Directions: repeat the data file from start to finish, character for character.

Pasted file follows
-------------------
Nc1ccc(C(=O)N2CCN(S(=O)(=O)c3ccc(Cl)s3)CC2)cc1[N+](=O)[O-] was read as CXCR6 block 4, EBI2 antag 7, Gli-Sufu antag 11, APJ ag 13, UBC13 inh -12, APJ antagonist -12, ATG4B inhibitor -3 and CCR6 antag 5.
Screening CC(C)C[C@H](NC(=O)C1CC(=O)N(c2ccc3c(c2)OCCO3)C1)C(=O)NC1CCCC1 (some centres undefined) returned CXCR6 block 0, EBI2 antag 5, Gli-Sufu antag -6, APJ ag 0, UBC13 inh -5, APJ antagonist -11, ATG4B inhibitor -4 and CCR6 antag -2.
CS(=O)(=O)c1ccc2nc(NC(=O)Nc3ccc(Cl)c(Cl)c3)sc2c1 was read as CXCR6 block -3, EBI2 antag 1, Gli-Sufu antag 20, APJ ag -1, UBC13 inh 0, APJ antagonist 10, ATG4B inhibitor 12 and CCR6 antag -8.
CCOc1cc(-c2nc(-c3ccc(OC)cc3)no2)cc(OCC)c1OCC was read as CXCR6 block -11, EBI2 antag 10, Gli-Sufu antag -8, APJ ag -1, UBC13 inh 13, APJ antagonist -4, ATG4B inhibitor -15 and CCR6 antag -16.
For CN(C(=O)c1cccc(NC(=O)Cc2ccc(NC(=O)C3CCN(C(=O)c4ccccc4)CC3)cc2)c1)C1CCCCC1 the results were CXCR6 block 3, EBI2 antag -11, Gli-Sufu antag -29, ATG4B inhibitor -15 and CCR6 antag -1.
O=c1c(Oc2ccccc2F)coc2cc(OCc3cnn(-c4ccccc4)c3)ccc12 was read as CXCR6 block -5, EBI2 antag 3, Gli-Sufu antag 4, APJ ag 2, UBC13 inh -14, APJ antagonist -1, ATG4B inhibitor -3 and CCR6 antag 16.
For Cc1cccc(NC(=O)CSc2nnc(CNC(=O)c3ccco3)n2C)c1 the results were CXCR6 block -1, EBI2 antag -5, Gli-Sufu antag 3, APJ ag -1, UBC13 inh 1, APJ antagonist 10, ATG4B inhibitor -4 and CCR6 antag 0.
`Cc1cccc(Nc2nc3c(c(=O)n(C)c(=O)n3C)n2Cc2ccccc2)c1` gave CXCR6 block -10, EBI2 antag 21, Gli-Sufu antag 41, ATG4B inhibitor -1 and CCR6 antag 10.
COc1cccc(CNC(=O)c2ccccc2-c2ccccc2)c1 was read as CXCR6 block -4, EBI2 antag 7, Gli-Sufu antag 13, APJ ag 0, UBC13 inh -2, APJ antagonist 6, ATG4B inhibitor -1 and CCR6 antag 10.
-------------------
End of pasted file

Nc1ccc(C(=O)N2CCN(S(=O)(=O)c3ccc(Cl)s3)CC2)cc1[N+](=O)[O-] was read as CXCR6 block 4, EBI2 antag 7, Gli-Sufu antag 11, APJ ag 13, UBC13 inh -12, APJ antagonist -12, ATG4B inhibitor -3 and CCR6 antag 5.
Screening CC(C)C[C@H](NC(=O)C1CC(=O)N(c2ccc3c(c2)OCCO3)C1)C(=O)NC1CCCC1 (some centres undefined) returned CXCR6 block 0, EBI2 antag 5, Gli-Sufu antag -6, APJ ag 0, UBC13 inh -5, APJ antagonist -11, ATG4B inhibitor -4 and CCR6 antag -2.
CS(=O)(=O)c1ccc2nc(NC(=O)Nc3ccc(Cl)c(Cl)c3)sc2c1 was read as CXCR6 block -3, EBI2 antag 1, Gli-Sufu antag 20, APJ ag -1, UBC13 inh 0, APJ antagonist 10, ATG4B inhibitor 12 and CCR6 antag -8.
CCOc1cc(-c2nc(-c3ccc(OC)cc3)no2)cc(OCC)c1OCC was read as CXCR6 block -11, EBI2 antag 10, Gli-Sufu antag -8, APJ ag -1, UBC13 inh 13, APJ antagonist -4, ATG4B inhibitor -15 and CCR6 antag -16.
For CN(C(=O)c1cccc(NC(=O)Cc2ccc(NC(=O)C3CCN(C(=O)c4ccccc4)CC3)cc2)c1)C1CCCCC1 the results were CXCR6 block 3, EBI2 antag -11, Gli-Sufu antag -29, ATG4B inhibitor -15 and CCR6 antag -1.
O=c1c(Oc2ccccc2F)coc2cc(OCc3cnn(-c4ccccc4)c3)ccc12 was read as CXCR6 block -5, EBI2 antag 3, Gli-Sufu antag 4, APJ ag 2, UBC13 inh -14, APJ antagonist -1, ATG4B inhibitor -3 and CCR6 antag 16.
For Cc1cccc(NC(=O)CSc2nnc(CNC(=O)c3ccco3)n2C)c1 the results were CXCR6 block -1, EBI2 antag -5, Gli-Sufu antag 3, APJ ag -1, UBC13 inh 1, APJ antagonist 10, ATG4B inhibitor -4 and CCR6 antag 0.
`Cc1cccc(Nc2nc3c(c(=O)n(C)c(=O)n3C)n2Cc2ccccc2)c1` gave CXCR6 block -10, EBI2 antag 21, Gli-Sufu antag 41, ATG4B inhibitor -1 and CCR6 antag 10.
COc1cccc(CNC(=O)c2ccccc2-c2ccccc2)c1 was read as CXCR6 block -4, EBI2 antag 7, Gli-Sufu antag 13, APJ ag 0, UBC13 inh -2, APJ antagonist 6, ATG4B inhibitor -1 and CCR6 antag 10.